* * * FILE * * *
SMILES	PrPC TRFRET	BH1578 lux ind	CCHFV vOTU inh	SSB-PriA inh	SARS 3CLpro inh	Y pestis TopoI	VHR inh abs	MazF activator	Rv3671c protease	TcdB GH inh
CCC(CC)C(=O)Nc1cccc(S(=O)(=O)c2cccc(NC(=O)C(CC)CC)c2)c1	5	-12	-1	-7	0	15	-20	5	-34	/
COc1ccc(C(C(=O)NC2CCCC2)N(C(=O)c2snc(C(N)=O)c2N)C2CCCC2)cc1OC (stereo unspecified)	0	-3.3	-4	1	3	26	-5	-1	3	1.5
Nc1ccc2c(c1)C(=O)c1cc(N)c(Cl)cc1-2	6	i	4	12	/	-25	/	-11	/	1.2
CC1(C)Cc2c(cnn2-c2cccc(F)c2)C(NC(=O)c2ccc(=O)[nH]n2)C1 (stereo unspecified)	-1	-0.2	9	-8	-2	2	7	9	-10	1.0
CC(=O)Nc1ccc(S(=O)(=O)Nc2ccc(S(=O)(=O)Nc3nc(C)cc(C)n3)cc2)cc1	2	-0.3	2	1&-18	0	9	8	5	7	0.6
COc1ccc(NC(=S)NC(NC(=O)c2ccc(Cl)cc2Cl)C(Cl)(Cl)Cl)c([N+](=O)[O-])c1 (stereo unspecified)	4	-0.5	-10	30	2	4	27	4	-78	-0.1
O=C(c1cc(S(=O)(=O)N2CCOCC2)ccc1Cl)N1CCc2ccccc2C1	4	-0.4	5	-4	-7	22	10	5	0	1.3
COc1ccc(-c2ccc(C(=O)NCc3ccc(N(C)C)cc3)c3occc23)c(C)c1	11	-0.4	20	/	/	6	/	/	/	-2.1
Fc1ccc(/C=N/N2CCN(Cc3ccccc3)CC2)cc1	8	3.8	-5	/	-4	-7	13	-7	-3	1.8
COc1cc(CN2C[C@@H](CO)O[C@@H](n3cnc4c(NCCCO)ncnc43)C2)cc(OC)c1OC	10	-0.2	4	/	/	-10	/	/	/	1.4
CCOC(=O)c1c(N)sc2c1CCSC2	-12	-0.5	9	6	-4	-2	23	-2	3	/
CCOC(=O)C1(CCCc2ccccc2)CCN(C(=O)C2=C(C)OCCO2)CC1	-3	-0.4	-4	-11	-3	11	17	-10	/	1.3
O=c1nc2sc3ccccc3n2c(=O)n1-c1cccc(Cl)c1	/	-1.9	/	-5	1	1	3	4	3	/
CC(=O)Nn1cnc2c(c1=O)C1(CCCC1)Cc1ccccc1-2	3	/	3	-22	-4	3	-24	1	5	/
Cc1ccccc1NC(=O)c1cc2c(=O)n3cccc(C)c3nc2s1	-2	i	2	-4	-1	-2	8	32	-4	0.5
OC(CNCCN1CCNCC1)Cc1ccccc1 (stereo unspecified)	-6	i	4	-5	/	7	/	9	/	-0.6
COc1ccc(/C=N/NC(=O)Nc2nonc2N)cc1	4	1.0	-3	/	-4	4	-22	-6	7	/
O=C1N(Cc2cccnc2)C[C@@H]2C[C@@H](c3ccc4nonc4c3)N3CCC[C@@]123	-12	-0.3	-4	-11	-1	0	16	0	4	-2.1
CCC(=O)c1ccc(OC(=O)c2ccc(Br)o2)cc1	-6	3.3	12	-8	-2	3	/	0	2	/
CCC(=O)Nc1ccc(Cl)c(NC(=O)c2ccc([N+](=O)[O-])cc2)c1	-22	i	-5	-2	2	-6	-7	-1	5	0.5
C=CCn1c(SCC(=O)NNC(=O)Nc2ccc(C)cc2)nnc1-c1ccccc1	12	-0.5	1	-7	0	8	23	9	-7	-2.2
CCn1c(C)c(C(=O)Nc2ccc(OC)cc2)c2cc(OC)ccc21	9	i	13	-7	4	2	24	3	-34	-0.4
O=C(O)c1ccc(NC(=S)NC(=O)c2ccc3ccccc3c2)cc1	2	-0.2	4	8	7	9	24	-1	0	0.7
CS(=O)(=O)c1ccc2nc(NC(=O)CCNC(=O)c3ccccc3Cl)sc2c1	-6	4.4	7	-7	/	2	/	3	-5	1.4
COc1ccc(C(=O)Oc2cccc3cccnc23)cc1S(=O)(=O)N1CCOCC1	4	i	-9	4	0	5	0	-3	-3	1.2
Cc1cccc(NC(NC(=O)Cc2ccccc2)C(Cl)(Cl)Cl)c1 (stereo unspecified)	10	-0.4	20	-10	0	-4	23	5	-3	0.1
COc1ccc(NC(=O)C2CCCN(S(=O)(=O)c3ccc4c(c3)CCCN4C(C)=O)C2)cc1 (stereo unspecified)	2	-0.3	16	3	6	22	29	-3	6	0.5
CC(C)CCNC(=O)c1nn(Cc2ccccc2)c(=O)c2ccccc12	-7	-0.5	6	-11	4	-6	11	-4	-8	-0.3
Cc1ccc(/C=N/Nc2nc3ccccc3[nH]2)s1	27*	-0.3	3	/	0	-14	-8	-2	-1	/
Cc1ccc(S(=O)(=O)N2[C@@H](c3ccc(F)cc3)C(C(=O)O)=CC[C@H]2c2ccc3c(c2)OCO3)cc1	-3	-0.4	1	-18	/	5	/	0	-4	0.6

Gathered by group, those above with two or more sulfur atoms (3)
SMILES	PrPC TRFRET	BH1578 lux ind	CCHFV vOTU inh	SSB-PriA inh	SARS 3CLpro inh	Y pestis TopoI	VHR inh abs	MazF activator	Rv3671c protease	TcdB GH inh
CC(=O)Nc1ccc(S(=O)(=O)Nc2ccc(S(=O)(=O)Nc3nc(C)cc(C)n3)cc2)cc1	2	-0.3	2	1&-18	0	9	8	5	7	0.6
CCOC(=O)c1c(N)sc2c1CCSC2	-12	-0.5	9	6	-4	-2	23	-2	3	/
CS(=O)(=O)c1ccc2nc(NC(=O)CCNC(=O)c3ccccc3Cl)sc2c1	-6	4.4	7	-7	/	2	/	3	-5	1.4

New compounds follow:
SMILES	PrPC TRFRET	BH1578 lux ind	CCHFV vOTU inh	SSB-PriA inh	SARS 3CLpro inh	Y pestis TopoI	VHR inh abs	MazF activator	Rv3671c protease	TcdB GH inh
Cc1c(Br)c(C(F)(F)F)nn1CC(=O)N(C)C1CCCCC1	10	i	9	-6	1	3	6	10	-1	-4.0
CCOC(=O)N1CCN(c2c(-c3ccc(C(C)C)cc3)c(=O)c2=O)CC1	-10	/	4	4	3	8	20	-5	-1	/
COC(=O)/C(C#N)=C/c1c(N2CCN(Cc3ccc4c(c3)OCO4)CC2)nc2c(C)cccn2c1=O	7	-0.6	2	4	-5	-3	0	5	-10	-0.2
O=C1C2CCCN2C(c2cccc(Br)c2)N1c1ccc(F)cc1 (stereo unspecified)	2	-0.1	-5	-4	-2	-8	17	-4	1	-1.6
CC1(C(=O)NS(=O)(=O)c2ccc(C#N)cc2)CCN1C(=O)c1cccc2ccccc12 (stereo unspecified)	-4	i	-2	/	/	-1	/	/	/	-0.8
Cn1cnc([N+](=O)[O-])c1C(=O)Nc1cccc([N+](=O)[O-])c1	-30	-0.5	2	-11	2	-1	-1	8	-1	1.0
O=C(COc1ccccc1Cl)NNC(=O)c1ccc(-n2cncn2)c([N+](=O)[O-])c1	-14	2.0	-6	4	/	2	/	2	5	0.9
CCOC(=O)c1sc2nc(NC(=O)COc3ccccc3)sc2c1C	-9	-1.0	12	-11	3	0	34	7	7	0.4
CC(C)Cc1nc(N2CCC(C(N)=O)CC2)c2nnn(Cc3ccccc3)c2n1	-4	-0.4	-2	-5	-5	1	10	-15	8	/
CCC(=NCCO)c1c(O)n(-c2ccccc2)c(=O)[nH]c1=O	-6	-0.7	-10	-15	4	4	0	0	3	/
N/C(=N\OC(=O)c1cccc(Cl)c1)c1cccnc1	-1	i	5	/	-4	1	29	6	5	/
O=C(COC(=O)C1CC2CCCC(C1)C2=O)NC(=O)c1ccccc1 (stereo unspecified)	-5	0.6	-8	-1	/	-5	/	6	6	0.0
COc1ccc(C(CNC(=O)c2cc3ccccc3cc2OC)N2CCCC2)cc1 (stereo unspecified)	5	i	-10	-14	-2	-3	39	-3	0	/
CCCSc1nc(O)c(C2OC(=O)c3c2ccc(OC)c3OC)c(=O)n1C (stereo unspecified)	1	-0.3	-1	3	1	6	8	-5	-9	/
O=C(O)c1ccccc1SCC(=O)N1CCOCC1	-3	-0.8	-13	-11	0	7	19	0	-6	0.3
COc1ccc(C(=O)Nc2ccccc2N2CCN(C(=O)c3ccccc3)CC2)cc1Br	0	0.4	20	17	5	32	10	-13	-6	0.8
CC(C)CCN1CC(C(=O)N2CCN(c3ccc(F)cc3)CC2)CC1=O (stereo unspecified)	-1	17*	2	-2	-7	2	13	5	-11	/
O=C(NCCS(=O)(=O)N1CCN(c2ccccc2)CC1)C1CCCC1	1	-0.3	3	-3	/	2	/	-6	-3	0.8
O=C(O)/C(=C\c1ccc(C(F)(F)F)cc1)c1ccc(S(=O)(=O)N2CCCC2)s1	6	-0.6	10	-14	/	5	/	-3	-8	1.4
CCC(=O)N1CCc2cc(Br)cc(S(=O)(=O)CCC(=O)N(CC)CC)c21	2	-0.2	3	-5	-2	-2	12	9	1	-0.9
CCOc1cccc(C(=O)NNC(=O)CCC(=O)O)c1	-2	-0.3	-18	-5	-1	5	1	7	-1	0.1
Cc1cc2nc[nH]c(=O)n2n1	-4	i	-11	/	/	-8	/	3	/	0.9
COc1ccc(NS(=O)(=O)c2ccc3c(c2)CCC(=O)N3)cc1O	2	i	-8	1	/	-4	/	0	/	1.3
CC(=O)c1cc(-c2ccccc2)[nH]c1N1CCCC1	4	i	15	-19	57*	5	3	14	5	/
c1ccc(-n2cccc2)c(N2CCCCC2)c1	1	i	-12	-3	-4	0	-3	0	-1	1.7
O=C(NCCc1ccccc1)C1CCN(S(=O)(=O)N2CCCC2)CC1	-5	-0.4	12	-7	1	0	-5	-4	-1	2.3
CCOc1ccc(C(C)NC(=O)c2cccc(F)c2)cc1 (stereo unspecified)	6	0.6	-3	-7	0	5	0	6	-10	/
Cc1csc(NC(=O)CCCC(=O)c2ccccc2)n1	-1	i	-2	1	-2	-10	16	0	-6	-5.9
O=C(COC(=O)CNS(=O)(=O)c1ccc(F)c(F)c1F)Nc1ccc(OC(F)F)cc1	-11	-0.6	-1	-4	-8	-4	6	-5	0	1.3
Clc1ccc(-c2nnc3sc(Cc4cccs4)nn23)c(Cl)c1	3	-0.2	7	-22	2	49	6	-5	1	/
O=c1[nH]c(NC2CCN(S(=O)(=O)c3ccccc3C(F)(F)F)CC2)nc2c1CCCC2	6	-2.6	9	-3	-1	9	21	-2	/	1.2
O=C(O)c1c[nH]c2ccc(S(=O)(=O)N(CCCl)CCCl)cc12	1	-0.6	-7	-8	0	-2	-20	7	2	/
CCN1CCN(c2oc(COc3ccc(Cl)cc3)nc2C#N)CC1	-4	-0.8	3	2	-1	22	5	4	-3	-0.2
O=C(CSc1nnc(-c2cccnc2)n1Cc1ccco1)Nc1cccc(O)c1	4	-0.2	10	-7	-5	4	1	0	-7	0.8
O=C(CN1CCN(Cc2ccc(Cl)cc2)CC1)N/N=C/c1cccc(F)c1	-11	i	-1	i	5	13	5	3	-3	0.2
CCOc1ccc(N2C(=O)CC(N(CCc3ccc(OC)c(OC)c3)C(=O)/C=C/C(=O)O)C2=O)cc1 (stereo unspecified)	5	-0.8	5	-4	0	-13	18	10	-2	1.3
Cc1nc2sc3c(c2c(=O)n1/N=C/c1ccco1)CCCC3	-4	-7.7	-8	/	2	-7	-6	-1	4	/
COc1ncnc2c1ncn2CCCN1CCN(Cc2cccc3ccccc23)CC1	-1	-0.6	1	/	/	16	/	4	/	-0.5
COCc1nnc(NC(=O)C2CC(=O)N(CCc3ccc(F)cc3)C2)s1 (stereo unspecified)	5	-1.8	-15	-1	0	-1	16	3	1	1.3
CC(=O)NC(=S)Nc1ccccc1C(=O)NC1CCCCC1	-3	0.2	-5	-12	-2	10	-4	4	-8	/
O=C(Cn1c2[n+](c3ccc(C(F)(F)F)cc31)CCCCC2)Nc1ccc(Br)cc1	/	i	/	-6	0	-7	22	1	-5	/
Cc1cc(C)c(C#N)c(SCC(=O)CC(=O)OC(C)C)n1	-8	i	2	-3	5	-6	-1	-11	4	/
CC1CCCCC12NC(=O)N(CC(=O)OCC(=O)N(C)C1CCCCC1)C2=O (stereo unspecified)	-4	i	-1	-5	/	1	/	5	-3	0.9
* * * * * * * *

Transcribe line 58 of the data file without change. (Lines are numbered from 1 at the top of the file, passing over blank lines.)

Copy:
CCC(=O)N1CCc2cc(Br)cc(S(=O)(=O)CCC(=O)N(CC)CC)c21	2	-0.2	3	-5	-2	-2	12	9	1	-0.9